One of the budget proposals enhances weighted deduction for eligible companies having an approved in-house R&D unit from 150 to 200 per cent of the expenditure incurred. This would stimulate additional investment in R&D activity paving way for innovation. With the growing trend towards providing advanced driver assistance features, safety and comfort features in vehicles, continuous innovation and adoption of new systems will be vital to retain competitiveness in the automotive industry. Certain companies were required to call back large number of vehicles in recent past due to technology issues. This tax measure could possibly work as a fillip to increase focus on R&D in long term resulting in better technology products.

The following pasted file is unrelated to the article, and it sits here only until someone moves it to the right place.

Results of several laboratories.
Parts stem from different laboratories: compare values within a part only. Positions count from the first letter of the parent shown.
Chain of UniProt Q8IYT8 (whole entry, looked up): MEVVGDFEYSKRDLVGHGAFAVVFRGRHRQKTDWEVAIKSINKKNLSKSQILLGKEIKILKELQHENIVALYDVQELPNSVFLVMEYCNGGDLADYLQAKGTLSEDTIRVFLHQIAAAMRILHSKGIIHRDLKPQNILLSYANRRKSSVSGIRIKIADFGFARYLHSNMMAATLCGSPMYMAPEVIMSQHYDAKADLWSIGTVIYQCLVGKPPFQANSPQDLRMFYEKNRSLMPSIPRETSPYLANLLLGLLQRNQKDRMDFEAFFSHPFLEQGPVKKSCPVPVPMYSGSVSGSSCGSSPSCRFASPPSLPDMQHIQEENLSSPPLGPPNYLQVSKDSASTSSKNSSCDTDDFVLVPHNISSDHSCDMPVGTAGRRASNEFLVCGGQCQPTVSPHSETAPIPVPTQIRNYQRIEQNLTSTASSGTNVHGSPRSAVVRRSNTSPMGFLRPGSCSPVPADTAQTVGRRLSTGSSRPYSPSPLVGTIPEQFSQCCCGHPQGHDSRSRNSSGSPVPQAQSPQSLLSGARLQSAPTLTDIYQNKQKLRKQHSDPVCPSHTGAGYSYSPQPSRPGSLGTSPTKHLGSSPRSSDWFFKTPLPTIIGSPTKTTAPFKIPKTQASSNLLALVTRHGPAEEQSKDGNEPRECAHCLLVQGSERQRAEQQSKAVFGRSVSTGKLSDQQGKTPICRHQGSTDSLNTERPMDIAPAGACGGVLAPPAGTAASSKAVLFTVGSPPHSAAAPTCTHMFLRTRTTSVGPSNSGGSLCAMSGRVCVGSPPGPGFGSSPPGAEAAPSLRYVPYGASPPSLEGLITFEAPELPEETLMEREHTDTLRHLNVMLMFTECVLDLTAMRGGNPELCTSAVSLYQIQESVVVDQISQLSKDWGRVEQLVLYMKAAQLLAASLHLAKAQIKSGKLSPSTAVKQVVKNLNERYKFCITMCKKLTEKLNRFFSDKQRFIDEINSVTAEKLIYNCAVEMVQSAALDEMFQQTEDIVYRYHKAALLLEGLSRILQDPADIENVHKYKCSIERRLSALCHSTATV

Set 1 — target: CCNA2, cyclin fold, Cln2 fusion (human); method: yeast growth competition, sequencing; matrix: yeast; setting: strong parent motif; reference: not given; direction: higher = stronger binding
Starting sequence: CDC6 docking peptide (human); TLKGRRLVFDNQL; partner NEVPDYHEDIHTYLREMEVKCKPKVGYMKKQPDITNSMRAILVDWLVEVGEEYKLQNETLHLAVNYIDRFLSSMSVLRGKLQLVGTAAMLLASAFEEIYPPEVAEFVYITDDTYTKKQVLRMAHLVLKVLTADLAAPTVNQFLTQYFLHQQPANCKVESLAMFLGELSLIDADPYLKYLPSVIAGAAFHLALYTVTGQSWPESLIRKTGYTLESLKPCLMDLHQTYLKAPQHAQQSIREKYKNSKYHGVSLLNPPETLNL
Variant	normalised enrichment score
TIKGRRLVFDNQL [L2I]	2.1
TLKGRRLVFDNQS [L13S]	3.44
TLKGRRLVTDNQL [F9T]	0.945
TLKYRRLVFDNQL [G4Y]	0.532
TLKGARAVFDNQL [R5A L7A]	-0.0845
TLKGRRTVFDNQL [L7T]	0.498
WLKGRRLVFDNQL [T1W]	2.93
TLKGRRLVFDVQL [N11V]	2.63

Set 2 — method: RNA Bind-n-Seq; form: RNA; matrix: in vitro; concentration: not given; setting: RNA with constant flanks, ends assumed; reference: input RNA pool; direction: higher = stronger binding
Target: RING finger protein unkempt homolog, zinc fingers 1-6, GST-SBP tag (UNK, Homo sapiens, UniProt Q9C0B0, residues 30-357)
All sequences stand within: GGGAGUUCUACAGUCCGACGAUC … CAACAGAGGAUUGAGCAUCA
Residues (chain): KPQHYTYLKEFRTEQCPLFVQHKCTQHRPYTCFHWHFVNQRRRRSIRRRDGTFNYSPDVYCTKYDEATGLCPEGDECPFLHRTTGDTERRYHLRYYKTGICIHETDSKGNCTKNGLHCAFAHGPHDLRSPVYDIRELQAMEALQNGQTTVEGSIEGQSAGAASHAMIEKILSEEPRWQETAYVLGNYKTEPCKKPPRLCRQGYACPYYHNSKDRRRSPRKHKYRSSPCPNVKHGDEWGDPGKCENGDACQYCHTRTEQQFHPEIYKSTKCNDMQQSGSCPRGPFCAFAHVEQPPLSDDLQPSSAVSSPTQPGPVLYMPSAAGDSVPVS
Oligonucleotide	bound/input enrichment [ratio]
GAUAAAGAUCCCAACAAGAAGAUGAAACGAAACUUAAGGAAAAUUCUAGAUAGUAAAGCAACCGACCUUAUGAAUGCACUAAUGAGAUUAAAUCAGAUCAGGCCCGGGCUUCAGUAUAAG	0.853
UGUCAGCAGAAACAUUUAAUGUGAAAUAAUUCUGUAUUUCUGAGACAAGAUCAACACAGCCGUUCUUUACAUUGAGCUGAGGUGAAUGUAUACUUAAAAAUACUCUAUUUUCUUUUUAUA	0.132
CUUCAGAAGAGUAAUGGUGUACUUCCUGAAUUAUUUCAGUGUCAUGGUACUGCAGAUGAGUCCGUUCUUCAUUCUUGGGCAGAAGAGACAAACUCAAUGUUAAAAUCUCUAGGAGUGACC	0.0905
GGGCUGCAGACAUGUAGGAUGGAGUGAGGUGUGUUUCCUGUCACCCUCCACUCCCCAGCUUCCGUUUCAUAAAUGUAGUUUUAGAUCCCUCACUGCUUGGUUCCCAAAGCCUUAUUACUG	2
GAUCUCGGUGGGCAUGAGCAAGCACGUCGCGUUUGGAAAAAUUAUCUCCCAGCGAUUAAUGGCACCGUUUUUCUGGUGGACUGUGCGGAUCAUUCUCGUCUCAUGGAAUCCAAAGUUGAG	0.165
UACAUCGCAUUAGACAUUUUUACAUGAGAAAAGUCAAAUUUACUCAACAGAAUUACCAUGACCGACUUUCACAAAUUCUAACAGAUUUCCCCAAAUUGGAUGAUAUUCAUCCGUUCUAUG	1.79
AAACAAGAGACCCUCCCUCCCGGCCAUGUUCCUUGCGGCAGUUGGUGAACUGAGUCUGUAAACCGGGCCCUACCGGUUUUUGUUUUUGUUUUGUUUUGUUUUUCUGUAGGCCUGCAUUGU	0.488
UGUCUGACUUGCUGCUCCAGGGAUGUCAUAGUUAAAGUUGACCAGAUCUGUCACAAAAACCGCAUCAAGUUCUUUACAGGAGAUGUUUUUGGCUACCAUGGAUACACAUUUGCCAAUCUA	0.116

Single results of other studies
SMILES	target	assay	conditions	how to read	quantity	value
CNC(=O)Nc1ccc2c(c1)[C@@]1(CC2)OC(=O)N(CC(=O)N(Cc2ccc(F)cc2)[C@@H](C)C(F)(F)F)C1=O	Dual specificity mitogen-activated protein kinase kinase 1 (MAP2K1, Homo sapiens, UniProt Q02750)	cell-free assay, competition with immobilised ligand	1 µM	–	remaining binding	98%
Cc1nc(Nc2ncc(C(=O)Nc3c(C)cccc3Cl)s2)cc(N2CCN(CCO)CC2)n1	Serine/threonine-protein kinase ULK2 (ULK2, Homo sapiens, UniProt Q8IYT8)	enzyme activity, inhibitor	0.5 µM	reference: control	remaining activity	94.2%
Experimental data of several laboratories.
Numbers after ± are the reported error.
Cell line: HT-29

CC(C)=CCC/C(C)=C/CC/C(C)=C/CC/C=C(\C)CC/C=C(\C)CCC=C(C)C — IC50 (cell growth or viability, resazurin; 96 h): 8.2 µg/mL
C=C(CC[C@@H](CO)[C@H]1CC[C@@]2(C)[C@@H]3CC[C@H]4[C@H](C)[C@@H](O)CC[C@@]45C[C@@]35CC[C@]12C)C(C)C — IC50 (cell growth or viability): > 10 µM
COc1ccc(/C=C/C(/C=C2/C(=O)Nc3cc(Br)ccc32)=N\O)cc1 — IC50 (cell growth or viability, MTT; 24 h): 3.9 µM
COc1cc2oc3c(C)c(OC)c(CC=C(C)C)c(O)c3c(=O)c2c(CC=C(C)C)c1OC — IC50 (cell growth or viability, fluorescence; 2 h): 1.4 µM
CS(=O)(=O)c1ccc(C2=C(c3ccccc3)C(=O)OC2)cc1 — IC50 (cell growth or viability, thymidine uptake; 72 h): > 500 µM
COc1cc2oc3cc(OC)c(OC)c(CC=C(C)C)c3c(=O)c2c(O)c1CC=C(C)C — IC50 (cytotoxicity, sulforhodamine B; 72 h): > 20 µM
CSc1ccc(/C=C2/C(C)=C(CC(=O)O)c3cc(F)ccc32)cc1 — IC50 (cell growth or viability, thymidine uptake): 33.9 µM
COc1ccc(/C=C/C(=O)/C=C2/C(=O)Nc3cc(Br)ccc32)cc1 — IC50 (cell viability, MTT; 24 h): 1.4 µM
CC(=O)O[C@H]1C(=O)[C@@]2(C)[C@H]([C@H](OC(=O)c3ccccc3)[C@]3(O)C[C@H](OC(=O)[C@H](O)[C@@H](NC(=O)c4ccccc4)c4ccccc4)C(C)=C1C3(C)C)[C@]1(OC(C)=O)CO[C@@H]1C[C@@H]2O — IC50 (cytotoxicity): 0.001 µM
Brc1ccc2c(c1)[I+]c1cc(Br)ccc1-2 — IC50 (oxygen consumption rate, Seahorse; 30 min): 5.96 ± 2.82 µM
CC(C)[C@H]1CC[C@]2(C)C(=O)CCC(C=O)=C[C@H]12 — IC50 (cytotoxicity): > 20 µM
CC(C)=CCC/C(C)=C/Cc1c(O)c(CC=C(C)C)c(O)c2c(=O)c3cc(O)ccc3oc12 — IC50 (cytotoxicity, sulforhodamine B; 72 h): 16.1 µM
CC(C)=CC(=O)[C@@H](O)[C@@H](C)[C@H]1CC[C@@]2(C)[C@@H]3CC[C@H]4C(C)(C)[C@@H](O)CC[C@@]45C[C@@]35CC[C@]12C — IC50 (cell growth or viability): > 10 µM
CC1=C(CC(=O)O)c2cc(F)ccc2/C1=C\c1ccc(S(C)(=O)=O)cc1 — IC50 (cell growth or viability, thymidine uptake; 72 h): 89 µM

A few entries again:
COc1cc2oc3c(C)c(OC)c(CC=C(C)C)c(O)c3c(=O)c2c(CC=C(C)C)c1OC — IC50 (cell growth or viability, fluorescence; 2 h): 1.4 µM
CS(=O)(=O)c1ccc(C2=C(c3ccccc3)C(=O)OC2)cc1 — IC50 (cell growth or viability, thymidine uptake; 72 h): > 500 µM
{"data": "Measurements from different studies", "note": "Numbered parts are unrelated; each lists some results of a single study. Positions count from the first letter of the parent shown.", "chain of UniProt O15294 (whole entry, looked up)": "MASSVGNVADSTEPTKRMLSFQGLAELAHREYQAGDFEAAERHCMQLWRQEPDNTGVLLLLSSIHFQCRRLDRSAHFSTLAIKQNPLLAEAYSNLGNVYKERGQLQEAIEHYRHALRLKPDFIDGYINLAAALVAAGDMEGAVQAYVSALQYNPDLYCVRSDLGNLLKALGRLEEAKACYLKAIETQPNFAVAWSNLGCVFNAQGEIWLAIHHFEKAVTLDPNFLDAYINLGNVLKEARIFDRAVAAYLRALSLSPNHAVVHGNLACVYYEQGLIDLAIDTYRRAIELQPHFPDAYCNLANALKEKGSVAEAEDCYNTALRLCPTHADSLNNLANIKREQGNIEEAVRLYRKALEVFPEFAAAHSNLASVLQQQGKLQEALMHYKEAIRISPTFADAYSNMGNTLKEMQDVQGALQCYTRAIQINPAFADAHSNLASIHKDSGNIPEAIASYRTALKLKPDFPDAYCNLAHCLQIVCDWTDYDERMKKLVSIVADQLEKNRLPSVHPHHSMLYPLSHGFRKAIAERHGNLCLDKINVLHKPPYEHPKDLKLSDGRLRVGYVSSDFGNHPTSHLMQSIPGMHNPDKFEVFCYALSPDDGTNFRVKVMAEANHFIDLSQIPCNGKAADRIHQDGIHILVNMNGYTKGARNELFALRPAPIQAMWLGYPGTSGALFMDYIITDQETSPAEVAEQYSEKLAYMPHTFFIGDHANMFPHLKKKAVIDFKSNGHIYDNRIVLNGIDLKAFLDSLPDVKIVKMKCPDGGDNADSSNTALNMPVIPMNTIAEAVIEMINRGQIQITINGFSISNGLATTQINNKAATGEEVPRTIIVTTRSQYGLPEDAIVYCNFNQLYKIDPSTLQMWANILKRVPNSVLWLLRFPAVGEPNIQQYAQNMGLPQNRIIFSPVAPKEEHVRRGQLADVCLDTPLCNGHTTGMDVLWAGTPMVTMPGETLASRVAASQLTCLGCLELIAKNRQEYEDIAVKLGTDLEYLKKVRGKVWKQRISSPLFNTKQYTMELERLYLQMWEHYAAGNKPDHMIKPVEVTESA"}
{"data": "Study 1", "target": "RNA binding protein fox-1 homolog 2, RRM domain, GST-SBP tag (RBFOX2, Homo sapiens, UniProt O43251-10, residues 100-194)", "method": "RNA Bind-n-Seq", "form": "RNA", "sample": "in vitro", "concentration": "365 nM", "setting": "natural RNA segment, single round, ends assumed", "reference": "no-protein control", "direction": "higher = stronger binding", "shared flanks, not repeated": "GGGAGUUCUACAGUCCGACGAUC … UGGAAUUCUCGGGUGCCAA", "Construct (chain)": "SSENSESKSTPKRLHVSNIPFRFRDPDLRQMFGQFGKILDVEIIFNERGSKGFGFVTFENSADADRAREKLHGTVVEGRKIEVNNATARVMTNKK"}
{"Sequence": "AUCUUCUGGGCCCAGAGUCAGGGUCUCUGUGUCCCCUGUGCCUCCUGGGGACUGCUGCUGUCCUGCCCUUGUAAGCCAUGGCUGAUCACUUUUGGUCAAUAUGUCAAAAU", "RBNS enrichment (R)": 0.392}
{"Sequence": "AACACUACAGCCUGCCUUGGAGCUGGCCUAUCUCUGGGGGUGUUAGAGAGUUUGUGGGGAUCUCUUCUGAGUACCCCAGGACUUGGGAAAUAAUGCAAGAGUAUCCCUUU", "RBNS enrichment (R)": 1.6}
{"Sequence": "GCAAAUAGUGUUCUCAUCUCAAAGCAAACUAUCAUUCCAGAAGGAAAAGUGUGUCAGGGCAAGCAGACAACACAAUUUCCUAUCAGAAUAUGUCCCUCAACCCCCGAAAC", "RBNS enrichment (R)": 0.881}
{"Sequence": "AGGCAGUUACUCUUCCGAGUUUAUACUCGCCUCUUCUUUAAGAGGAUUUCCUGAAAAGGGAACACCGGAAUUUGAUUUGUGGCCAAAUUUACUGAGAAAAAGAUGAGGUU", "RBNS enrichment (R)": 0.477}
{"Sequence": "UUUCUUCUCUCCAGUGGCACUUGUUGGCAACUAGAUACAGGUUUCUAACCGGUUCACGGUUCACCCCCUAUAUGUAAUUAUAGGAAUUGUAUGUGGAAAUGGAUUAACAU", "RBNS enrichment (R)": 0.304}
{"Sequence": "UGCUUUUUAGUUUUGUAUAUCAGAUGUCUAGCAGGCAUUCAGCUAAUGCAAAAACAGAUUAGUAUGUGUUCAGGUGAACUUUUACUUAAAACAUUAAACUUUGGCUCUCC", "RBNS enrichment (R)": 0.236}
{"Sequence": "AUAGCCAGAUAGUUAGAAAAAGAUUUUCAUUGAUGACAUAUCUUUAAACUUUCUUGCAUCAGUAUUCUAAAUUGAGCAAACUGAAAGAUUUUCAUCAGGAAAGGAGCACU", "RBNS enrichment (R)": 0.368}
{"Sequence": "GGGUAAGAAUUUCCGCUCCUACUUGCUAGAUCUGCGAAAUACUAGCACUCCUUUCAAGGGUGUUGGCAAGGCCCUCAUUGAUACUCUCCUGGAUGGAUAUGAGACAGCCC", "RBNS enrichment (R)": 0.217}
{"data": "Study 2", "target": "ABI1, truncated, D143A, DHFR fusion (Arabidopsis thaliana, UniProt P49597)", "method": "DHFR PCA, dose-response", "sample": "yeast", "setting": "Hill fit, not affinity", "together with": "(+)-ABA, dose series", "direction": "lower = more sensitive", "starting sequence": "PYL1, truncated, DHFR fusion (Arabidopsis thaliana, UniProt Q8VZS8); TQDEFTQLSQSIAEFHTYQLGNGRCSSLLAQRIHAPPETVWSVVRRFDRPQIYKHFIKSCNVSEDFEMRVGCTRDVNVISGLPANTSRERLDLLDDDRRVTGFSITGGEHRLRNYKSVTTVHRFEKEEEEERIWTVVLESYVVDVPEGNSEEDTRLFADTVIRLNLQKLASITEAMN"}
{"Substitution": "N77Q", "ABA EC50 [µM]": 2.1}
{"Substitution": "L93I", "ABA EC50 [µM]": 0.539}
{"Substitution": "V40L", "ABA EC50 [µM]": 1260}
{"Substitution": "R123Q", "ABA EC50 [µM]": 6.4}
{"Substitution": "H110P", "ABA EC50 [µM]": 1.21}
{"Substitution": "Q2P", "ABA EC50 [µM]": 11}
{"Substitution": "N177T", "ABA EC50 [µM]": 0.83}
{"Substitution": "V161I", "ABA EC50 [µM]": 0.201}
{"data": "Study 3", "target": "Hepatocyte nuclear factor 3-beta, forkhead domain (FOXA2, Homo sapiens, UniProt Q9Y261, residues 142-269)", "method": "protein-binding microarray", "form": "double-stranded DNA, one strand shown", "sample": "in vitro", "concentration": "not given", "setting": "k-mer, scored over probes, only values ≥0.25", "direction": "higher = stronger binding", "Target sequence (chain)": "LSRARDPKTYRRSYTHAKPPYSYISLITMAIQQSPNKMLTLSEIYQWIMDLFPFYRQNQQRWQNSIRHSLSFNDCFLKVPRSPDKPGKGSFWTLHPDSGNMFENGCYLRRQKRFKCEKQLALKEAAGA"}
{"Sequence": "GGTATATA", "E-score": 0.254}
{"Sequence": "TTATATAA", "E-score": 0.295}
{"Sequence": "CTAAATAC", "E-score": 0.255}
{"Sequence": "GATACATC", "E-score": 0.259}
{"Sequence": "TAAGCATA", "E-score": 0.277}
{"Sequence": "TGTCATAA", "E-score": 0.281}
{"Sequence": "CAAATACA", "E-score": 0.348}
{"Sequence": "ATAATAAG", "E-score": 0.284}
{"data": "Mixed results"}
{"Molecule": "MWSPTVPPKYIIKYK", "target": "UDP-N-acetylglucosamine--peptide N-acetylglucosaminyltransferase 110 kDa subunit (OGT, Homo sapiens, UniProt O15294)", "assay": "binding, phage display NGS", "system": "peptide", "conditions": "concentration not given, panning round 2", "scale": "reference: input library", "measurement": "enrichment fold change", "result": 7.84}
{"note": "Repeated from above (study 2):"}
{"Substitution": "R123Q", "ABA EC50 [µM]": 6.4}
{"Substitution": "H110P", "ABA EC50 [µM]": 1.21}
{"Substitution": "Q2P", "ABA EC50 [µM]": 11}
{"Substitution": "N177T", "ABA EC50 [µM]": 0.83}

Union Budget 2010: Woes of the new perquisite valuation rules

The Central Board of Direct Taxes (CBDT) announced the new perquisite valuation rules on December 18, 2009, after keeping the whole country
waiting for almost six long months (from July 2009 when Budget 2009 was released). The finance minister had axed Fringe Benefit Tax (FBT), finally giving in to the long-standing demand of the corporate India. So, what does this mean for the common man? This means that he would have to bear the tax burden on most of the employer provided benefits!

As such, the rules are largely similar to the rules that were prevalent before the introduction of FBT by the Finance Act 2005. However, they have not brought good news for the employees in the New Year. Not only do they seek to tax most of the employer provided benefits, they have also come into force with retrospective effect from April 1, 2009.